The title cut is driven by shakers and bits of guitar. It’s fleeting and wispy. “Colin Wilson” takes a lesson from reggae and dub, but only sort of. The drums get the occasional extra splash of reverb and the bassline would be more Bob Marley were it to be higher in the mix. The exoticism of “#9″ takes the form of Eastern-sounding flute, as though the band had decided to pick something up from a trip to a Cairo bazaar. It’s got a snake-charmer vibe to go with its disembodied electronics and trance-like chanting. “BulBul Tarang” sounds like a death march, at least until the chaos of cymbals and flute overtake the proceedings.
Moodring doesn’t do things quite the way other bands do them. It isn’t exactly Gothic, or experimental, or ambient, but it has elements of each. The band doesn’t ever want you to get too comfortable. When David Lynch goes looking for a companion spirit to score his next film, he could do worse than tap Moodring for the honors.
~ David Smith, Delusions of Adequacy
I’m a sucker for living room recorded madness that passes as pop to someone with brain damage like me, but probably closer to psyche experimental noise-pop to you “normals” out there: these are songs, they have beats, they have melodies, but they are concocted with treated found objects and simple cheap casio or Arp synthesizers and pretty girl voices (Vonnegut was correct when he wrote in Cats Cradle that there is nothing more beautiful than the voices of young women). I think that Yo La Tengo longs to go back to this recipe, in fact I know they do. So theres your CD review. The rest is up to you: cue up a few seconds or just cue up any highlighted track and let it rip, Brownian Motion style. Let the track inspire what you choose next.
1) brief, amalgam of voice, synth, echoey’ness
2) slow, downtempo with noises swirling, chills a bit toward end
3) slow paced with a vague eastern harmonium sounding instrument, buried fem vocals, chill and cool
4) pretty, chill percussion and almost ambient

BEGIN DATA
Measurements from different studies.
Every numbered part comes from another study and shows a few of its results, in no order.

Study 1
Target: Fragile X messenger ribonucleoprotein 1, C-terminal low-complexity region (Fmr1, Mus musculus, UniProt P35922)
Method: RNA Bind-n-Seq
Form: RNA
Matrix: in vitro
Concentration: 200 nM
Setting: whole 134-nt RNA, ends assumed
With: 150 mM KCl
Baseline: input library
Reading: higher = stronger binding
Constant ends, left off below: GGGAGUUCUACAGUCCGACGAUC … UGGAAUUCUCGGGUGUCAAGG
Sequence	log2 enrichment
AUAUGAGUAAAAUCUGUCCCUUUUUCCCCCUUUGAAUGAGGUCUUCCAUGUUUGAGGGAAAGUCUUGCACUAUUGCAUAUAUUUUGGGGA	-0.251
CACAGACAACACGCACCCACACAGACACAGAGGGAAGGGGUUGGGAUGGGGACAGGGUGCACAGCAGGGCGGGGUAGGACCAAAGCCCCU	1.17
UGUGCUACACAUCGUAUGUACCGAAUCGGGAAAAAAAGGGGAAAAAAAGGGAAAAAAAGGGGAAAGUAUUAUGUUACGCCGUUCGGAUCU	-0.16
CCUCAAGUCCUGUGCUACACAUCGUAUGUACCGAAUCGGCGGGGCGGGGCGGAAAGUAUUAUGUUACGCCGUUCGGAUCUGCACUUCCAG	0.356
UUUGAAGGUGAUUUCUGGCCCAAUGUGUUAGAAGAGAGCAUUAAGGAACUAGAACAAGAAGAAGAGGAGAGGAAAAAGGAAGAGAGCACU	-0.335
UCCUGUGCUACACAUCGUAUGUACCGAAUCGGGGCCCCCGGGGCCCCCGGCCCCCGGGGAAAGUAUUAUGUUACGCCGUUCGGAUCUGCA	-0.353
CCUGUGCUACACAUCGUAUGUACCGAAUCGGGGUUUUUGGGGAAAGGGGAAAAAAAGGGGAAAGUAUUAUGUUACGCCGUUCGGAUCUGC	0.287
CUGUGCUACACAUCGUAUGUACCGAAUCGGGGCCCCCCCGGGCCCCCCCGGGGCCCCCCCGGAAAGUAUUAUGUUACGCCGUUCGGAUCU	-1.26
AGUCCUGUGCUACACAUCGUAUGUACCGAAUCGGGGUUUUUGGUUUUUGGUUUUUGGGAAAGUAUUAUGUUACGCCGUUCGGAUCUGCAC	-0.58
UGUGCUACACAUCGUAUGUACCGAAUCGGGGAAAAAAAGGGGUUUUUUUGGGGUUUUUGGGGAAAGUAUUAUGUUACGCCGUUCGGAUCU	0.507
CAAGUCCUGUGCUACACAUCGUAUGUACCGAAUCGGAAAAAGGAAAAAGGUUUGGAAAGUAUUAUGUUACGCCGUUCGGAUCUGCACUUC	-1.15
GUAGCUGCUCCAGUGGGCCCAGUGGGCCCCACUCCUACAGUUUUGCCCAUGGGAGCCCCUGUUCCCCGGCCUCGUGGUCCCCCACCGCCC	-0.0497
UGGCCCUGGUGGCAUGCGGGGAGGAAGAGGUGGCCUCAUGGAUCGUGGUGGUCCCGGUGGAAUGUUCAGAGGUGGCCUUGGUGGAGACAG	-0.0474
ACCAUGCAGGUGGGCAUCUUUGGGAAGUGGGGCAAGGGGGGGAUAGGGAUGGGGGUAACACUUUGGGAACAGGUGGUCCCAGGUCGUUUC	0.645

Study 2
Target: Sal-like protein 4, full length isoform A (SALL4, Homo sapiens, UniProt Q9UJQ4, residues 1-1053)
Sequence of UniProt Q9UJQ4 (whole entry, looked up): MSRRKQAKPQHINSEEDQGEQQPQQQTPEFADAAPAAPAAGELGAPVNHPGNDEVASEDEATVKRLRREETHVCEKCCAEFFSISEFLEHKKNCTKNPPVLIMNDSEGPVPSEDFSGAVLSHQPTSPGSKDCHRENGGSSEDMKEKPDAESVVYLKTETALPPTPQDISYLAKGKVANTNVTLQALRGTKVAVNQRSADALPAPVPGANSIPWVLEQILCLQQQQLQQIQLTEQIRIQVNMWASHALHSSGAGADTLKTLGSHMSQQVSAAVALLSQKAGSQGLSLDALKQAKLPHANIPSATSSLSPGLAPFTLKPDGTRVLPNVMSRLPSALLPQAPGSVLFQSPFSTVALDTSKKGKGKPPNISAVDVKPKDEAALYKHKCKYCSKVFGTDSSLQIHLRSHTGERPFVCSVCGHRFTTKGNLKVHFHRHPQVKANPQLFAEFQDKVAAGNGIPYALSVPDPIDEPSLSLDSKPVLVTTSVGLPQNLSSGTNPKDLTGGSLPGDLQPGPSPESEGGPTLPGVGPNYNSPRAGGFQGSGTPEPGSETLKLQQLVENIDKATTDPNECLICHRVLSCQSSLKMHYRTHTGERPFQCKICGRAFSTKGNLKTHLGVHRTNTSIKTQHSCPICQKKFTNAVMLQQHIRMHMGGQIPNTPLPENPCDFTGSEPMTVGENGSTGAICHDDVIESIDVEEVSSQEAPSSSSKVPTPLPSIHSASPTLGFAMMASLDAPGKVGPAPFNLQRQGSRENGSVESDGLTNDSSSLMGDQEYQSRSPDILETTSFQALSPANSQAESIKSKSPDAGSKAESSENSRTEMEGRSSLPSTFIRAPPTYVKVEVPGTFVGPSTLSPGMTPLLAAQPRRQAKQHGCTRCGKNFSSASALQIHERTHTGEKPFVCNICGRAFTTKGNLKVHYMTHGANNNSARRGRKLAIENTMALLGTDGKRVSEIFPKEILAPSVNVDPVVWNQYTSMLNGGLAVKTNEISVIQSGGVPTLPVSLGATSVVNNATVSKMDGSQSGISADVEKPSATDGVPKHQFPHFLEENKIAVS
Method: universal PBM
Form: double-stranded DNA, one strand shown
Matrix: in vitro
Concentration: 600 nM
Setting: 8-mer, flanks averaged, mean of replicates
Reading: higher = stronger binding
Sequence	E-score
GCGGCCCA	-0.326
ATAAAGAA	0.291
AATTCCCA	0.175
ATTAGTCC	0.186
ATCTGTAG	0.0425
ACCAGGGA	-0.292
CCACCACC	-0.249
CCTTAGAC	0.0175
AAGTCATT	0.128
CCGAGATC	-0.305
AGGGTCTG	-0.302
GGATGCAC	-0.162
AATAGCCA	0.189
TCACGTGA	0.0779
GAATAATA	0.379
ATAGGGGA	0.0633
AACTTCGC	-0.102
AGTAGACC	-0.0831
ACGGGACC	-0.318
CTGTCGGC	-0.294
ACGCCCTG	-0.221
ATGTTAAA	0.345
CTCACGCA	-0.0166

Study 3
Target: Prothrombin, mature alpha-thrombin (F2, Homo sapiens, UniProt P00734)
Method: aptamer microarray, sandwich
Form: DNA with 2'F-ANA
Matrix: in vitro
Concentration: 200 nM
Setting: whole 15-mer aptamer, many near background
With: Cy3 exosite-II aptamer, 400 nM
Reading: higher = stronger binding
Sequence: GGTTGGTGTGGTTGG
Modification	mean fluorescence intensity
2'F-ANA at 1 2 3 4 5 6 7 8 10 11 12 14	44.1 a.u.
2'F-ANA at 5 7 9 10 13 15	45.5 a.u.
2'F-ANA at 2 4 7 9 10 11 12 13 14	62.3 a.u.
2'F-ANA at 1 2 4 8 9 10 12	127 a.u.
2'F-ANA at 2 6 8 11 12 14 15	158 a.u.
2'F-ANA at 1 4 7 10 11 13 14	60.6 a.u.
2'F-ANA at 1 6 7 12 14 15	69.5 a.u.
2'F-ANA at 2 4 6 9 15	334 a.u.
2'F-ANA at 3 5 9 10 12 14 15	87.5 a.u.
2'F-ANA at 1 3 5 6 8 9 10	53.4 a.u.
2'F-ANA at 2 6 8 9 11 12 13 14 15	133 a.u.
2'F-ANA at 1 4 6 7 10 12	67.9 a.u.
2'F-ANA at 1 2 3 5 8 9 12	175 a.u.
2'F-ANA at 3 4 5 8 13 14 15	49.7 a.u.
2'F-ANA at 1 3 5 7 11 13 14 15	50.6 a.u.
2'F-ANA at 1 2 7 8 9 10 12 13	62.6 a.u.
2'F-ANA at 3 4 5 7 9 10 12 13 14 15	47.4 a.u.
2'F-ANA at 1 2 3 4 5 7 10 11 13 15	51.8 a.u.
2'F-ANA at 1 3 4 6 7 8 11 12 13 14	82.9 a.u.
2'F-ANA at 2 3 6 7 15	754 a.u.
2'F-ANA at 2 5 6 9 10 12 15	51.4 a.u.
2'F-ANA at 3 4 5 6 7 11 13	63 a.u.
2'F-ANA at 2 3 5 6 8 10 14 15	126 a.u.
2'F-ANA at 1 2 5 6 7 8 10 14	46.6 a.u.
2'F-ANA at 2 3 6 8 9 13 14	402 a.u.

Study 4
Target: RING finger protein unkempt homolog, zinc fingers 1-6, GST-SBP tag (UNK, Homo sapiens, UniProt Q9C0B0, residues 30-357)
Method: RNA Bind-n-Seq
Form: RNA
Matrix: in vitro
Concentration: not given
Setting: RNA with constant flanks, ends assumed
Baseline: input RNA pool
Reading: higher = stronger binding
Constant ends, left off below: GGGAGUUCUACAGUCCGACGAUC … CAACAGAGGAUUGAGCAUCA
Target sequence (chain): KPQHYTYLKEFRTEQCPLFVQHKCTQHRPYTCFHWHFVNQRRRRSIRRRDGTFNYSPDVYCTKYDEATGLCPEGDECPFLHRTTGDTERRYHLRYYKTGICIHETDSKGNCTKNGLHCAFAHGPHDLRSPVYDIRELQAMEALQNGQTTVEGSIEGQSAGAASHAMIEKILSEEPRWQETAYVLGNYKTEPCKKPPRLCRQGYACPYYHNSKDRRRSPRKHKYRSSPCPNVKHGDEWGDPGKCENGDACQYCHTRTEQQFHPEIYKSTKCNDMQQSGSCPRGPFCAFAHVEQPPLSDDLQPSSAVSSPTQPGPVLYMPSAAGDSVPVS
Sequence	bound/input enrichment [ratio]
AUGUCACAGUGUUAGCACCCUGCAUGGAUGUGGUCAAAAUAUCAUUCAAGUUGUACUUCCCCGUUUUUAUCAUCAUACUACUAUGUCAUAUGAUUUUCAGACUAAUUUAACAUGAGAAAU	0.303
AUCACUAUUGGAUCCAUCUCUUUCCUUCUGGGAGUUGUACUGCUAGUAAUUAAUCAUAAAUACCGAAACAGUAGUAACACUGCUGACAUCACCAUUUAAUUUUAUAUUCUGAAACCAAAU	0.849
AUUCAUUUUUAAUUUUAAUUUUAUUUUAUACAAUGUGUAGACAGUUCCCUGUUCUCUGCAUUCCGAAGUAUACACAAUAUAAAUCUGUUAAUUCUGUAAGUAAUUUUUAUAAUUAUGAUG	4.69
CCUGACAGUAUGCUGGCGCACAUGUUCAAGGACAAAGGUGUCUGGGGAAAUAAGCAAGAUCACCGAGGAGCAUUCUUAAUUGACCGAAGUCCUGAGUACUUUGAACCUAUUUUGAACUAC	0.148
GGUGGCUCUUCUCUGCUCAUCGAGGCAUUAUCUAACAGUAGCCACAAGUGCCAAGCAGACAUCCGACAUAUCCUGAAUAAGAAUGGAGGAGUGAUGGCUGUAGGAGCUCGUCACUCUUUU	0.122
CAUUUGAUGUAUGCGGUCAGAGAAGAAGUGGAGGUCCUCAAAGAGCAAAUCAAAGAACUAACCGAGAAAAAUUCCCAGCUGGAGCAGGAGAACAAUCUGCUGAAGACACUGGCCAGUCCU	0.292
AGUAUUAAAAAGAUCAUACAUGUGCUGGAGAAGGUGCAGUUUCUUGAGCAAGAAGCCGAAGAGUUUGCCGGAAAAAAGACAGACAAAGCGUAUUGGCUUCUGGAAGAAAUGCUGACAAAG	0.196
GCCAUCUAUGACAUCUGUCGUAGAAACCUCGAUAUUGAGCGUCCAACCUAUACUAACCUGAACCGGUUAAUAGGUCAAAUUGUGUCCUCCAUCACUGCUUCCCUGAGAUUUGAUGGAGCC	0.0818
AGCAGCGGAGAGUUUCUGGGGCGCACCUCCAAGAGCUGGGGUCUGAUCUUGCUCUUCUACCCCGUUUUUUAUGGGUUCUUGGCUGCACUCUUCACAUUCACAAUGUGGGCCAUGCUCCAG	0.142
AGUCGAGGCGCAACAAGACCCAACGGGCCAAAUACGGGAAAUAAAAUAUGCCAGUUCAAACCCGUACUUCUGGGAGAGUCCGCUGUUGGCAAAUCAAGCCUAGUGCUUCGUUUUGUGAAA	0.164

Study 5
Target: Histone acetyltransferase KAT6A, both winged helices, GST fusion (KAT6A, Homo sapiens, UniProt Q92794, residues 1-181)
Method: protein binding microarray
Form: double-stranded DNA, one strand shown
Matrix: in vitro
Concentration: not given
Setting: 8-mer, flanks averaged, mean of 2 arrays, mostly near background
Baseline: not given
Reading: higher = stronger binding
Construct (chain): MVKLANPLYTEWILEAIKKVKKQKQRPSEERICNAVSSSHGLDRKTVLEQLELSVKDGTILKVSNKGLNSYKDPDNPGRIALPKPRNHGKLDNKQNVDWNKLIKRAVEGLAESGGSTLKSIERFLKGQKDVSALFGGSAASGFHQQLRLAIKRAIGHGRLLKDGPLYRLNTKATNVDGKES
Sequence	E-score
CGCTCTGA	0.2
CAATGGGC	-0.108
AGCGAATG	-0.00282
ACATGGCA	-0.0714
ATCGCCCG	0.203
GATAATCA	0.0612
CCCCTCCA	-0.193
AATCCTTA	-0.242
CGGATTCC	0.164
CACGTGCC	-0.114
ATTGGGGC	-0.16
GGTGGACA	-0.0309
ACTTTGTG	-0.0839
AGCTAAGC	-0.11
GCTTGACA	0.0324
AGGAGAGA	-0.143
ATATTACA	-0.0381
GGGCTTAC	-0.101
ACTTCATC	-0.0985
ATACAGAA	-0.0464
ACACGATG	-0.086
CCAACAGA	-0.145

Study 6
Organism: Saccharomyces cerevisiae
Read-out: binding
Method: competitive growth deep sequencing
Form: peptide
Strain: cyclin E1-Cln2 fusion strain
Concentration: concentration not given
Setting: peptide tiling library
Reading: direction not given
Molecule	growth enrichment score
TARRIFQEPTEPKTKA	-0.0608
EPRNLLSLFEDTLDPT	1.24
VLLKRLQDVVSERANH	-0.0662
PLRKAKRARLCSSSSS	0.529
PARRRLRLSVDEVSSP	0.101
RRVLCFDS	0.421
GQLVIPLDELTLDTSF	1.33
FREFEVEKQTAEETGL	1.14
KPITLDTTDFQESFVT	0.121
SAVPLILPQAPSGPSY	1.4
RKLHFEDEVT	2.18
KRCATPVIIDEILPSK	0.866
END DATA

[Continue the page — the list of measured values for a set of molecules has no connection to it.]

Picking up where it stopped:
5) upbeat, noisey slightly and a tad more pensive
6) this has the narco head sway that I am looking for in lieu of sex
7) starts with a plodding minimal near noise thing but synths and vague melodies join the fray to make for a musical if psychedelic acid flashback
8) Yo La Tengo’ish sexy beat smothered in spaciness that makes me want to wrap myself around a soft body, but I’m a pervert and a sucker for a really good sexy song
9) the most “songlike” of the bunch, with a drumset beat, a clarinet melodie, cool and just plain musical, I like
10) brief, percussive
11) amalgam of minimal sounds culminating in a composition of good layered tones, guitars, musical, avoiding esotericism
A strange record, this. Based on Scared of Ferret’s sinister-looking cover, I was expecting black metal or even noise. What I got, instead, was a free and whimsical experimental rock record, spanning through influences as disparate as jazz, psych, videogame music, and, yes, noise. It’s a rambling, disjointed trip, certainly, but also an inviting and intrepidly original one.
The essential element on Scared of Ferret is, appropriately, mood. The tribal, Diamanda Galas-inspired sinister majesty of “Rintin Fire” articulates Moodring’s M.O. succinctly – although the band’s formula changes from track to track (here it is haunting female vocals, a hypnotic rhythm, and amorphous gasps of feedback), the consistent approach is to craft entrancing musical soundscapes whose form is secondary to the overall atmosphere evoked. Burned-out psych groove “Colin Wilson,” which elicits memories of Ash Ra Tempel in its acid-drenched mesmerism, is among the record’s best efforts at conjuring up pure, sweltering feeling. Equally sublime “Into the Doom” takes an altogether different approach, matching an almost 8-bit synth bit with clarinet swooning and Mae Starr’s unmistakeable crooning. It’s an inspired, even awesome track – one of several on Scared of Ferret, which, disjointed as it may be, teems with indescribable wonder.